Reliability Engineering Snapshot TM

Illustrated Case Studies in the Maintenance Reliability Engineering World of Failure Analysis, Predictive Maintenance, and Non Destructive Evaluation

 

 

 

Machine Design Case Study No. 81: Open ended Steam Sparger Creates Excessive Vibration

When designing steam spargers for heating liquids in tanks, avoid opened ended pipes. Yes, it's quick, and yes, it's cheap ... but it can be deadly.

The u-bolt shown to the left had the awesome responsibility of trying to hold a 2" diameter open ended 125 psi steam pipe at bay. The pipe was vertically located down the sidewall of a tank that required heating. The pipe was attached to the baffle supports by way of u-bolts. Open ended steam pipes, or "spargers" as they are referred to, are the poor man's heat exchanger. They don't cost much to install, but they sure create a lot of damage to the tank. If anyone saw the movie "U-571" in that movie the submarine is chased by a destroyer that throws depth-charges overboard. Besides being exciting, the movie was technically accurate. The men in the sub were literally thrown about as each depth-charge exploded under water. The shock waves created by those depth-charges were tremendous. That's how they work.

View of tank

 

An open ended steam sparger is no different than a depth-charge. The 3700+ steam immediately vaporizes the liquid next to it. The rapid expansion of the liquid to steam gets a tank rockin' and rollin' pretty quick. This is the second tank that has failed like this in as many years. The tank that failed is shown to the left. The steam sparger went all the way to the bottom of the tank, where the red circle is located.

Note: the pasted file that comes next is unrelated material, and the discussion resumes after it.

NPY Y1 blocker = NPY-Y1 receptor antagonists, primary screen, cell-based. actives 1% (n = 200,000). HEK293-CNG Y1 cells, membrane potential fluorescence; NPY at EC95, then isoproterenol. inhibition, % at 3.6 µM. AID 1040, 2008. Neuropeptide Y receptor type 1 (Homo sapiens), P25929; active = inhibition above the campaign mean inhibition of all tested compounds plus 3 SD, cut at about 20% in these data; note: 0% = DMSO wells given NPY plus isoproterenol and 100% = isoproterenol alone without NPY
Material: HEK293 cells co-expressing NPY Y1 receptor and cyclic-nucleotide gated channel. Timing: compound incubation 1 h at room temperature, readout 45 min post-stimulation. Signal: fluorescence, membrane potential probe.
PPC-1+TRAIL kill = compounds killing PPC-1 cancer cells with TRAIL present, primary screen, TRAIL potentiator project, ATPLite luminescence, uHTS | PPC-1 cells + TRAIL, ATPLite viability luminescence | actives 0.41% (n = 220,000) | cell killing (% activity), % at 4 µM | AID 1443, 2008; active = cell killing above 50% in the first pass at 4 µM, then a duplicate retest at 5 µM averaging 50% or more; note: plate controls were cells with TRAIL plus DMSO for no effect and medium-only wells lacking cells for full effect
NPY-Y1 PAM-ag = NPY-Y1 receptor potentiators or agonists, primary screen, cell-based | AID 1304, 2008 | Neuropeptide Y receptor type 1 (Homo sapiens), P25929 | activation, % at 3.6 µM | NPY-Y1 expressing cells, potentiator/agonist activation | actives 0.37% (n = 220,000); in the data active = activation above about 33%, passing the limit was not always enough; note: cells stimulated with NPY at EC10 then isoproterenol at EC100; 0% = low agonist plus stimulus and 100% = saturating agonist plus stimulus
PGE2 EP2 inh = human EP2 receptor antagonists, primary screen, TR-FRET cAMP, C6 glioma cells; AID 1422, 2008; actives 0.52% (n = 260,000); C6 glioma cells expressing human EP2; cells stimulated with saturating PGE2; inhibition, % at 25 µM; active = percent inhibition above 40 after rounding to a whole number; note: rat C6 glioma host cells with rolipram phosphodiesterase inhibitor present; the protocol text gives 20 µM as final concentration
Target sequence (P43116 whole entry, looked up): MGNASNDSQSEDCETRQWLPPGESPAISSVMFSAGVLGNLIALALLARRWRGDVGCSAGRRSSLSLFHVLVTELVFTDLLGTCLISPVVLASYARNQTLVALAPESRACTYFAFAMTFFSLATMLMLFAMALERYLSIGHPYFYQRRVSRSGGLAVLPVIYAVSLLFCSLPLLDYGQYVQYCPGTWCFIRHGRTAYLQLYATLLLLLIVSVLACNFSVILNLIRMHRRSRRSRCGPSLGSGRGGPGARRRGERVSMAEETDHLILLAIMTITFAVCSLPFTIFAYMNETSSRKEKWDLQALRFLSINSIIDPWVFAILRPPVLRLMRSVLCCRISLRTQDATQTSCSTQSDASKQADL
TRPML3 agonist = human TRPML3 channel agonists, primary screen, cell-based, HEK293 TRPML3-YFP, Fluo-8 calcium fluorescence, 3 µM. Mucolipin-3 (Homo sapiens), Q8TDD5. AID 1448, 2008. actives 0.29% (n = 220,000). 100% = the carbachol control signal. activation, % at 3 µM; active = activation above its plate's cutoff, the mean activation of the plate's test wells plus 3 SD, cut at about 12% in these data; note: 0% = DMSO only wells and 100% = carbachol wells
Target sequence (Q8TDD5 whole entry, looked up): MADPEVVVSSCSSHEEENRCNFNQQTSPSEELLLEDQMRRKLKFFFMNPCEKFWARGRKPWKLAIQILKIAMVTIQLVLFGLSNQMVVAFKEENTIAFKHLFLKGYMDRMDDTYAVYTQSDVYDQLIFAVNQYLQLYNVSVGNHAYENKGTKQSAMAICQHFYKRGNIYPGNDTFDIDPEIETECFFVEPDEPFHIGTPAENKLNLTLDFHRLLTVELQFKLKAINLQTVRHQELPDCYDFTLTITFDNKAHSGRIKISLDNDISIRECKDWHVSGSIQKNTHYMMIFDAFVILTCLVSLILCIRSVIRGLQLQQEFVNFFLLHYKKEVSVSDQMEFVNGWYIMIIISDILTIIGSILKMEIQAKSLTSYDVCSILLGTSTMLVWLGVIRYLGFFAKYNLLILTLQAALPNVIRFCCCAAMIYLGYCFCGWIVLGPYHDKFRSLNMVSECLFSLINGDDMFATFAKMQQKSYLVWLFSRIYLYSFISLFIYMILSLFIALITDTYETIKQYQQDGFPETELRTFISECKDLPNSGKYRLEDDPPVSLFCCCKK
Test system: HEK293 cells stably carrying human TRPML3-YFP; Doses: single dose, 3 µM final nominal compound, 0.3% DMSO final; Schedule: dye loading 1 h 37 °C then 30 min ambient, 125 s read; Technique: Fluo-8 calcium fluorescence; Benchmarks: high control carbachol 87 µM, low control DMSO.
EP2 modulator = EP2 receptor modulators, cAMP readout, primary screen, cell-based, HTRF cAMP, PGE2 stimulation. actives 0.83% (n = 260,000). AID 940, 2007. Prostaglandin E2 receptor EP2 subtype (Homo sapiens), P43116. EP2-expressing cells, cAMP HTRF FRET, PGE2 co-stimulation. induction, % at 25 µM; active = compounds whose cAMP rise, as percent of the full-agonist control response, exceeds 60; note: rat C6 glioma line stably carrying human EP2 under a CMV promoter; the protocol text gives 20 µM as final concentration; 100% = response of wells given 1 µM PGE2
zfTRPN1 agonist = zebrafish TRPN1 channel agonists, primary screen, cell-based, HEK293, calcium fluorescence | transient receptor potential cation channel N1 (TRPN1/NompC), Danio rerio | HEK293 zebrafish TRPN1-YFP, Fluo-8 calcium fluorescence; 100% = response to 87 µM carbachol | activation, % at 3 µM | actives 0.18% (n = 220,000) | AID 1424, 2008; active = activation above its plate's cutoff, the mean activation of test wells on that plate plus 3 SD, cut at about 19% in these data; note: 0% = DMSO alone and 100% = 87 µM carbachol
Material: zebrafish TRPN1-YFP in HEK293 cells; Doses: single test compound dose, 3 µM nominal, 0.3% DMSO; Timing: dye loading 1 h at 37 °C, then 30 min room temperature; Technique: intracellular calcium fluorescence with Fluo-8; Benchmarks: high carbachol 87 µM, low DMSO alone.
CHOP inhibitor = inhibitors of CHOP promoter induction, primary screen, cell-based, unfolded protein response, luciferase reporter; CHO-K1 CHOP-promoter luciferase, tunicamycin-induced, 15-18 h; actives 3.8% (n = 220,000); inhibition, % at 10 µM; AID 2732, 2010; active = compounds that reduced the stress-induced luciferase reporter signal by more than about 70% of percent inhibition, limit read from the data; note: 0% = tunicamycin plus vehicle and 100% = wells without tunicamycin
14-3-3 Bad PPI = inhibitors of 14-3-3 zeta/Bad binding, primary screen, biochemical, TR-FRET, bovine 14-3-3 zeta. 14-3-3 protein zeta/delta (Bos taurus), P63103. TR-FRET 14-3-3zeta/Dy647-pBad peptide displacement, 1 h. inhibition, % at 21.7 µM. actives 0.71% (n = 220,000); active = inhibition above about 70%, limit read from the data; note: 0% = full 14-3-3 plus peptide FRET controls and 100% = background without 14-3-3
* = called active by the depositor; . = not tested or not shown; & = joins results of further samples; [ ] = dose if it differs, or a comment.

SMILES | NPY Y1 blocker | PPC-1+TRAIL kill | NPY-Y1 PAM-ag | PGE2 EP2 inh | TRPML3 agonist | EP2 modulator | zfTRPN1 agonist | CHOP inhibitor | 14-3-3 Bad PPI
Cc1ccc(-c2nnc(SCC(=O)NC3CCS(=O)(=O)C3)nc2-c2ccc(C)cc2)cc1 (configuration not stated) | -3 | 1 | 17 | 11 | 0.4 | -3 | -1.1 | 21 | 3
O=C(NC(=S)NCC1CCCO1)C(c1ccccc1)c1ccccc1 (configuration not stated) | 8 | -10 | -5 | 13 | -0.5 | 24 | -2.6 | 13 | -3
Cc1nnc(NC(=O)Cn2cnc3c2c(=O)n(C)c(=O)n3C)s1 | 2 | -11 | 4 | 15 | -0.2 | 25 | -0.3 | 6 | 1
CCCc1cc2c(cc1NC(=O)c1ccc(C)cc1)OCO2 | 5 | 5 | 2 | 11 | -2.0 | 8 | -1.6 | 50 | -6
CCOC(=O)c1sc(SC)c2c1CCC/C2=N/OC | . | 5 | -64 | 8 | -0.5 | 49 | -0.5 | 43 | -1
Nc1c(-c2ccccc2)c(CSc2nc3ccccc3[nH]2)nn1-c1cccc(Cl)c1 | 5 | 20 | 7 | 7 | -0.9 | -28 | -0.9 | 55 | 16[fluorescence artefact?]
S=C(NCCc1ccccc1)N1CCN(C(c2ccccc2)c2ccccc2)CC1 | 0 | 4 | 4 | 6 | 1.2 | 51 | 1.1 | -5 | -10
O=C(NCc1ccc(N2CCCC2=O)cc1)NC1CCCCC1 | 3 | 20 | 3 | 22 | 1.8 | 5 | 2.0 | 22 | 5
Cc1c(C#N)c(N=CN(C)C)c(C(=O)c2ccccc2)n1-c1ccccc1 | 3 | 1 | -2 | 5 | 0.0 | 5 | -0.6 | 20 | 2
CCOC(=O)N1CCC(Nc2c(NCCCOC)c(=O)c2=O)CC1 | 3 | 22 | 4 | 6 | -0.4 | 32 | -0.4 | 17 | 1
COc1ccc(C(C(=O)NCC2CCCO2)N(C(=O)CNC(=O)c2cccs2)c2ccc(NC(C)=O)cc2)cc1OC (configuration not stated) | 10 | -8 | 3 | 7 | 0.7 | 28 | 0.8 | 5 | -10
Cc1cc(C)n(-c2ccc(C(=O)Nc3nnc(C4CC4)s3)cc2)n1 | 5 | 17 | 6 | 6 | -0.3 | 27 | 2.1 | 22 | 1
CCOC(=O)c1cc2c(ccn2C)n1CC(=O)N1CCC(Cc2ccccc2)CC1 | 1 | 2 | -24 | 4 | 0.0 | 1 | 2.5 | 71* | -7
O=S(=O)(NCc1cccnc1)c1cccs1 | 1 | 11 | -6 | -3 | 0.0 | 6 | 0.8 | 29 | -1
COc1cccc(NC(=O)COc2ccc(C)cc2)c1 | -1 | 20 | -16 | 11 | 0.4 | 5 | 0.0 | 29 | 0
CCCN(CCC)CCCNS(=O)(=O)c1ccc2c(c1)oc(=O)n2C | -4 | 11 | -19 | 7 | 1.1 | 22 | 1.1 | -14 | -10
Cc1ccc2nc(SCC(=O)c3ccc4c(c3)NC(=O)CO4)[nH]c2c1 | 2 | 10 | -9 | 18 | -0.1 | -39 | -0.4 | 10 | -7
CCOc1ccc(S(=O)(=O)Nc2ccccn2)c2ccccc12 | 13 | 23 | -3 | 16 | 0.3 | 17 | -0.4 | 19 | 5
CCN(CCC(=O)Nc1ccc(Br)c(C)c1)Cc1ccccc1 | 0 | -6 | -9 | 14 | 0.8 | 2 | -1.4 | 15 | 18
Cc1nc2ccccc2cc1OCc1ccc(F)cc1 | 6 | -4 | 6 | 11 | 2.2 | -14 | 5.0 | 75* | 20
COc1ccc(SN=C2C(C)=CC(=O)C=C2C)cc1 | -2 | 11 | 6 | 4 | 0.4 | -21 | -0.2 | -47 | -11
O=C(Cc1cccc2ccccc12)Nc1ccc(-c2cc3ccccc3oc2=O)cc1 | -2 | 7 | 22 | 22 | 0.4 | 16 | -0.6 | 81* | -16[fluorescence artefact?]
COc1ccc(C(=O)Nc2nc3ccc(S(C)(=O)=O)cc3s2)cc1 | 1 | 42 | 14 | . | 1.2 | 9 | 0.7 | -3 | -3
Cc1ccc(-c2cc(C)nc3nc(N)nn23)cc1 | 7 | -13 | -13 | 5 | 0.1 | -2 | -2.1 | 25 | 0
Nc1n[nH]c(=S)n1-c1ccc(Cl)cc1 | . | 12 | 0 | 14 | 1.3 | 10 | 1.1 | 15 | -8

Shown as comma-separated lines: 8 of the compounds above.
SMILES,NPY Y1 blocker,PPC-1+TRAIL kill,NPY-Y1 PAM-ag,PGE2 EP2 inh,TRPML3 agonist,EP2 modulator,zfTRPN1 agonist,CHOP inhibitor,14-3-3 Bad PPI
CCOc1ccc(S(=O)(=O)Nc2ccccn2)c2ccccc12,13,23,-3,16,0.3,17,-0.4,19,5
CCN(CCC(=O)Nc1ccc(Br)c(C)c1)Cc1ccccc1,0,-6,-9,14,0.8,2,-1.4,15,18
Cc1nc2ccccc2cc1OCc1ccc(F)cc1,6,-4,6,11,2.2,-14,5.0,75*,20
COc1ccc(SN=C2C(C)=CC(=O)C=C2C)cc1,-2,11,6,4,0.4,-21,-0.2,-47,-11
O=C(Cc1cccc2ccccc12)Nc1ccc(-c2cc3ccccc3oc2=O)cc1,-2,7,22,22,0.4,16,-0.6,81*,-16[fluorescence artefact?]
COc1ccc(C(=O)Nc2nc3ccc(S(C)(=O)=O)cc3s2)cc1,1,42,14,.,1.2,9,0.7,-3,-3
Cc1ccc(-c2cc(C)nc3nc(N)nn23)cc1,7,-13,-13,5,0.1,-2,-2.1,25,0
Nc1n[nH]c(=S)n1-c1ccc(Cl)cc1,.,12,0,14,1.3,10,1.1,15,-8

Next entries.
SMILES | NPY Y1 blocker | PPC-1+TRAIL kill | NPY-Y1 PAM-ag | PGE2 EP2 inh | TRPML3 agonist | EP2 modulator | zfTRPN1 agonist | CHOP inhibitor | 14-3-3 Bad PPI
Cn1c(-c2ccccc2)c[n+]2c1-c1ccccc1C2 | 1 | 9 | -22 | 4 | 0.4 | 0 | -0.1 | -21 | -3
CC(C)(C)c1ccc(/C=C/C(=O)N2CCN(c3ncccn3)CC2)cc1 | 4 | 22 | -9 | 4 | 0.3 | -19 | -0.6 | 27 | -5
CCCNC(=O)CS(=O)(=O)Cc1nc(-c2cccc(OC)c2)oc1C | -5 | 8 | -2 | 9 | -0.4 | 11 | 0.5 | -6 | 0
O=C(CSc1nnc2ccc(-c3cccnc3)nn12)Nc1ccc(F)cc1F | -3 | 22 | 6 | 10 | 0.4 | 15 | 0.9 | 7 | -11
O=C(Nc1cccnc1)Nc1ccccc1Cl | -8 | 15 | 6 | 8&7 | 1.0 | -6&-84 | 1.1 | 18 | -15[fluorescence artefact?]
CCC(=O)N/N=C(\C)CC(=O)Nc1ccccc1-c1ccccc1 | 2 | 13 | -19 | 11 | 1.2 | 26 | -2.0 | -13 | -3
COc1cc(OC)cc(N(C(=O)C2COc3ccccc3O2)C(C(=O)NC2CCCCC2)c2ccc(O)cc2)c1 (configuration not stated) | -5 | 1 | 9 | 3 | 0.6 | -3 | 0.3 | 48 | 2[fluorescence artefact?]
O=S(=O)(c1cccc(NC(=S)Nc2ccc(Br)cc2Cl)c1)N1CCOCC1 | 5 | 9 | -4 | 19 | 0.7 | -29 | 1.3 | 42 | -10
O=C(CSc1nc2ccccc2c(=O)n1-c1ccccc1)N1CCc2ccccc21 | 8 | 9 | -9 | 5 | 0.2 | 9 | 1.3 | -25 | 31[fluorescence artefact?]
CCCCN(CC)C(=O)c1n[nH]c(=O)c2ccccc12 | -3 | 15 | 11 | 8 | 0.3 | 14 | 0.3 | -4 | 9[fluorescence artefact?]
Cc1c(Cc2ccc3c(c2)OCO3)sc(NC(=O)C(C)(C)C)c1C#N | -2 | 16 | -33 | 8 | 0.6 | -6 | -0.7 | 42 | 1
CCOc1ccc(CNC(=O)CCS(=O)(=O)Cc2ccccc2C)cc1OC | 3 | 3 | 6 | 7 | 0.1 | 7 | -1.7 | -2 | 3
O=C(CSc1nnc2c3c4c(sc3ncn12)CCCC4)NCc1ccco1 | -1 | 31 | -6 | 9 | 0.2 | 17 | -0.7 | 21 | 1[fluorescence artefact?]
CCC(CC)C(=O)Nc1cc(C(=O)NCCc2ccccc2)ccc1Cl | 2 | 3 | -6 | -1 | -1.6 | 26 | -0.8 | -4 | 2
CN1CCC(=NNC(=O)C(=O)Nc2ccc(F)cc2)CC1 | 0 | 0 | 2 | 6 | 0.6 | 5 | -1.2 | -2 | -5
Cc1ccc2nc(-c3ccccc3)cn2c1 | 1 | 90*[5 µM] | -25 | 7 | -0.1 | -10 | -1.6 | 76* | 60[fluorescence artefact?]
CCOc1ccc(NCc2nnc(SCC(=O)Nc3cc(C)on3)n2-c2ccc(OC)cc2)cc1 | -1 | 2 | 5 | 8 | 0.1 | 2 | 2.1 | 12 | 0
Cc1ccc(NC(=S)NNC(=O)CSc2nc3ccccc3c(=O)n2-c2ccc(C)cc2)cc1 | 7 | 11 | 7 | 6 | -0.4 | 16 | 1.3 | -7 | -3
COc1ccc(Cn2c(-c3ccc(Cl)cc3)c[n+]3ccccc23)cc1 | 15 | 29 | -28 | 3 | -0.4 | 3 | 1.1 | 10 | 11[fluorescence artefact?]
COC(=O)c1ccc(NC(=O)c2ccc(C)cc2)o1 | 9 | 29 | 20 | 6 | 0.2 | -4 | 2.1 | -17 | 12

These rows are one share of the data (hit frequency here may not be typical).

Maintenance had been welding tank sidewall leaks in this vicinity for months. The leaks were getting worse and the welds would not hold. The verdict by some was that the tank was too old and fatigued, the fact that the welds wouldn't hold was "testament" to that "fact." This tank is solid stainless steel. Wall Street commodity dealers in chromium and nickel drool at stuff like this. They would just love for us to throw this tank out and get a new one.

When all else fails, open the darn tank up and LOOK inside the thing. Lo and behold, there's the steam sparger attached to baffle supports, two of which are located EXACTLY where the weld repairs are located. Gee, what a coincidence.

Is the stainless steel tank sidewall fatigued? You bet!! Can it be repaired? No problem.

Tank Sidewall Weld Repair - Top Half

 

For illustrative purposes, the baffle supports are shown by a dotted red line in the pictures to the left and lower left. The weld repair technique consisted of using a full penetration weld, backgrinding the root pass, and finishing off with a couple of passes. Notice the location of the tank sidewall tears with respect to the angle iron supports. The angle iron supports created very sharp corners with which to concentrate and transfer the loads to the tank sidewall. The repair also consisted of installing circular pads underneath the angle iron supports. The circular shaped heat affected zones of those interior welds can be seen in both pictures. The pads were installed so as to spread out the vibration created by the steam sparger.

 

 

Tank Sidewall Weld Repair - Bottom Half

 

Oh yes, the bottom of the steam sparger was plugged, and small holes drilled throughout the length of the pipe, so as to minimize the shock waves and implosions created when the steam mixed with the liquid.

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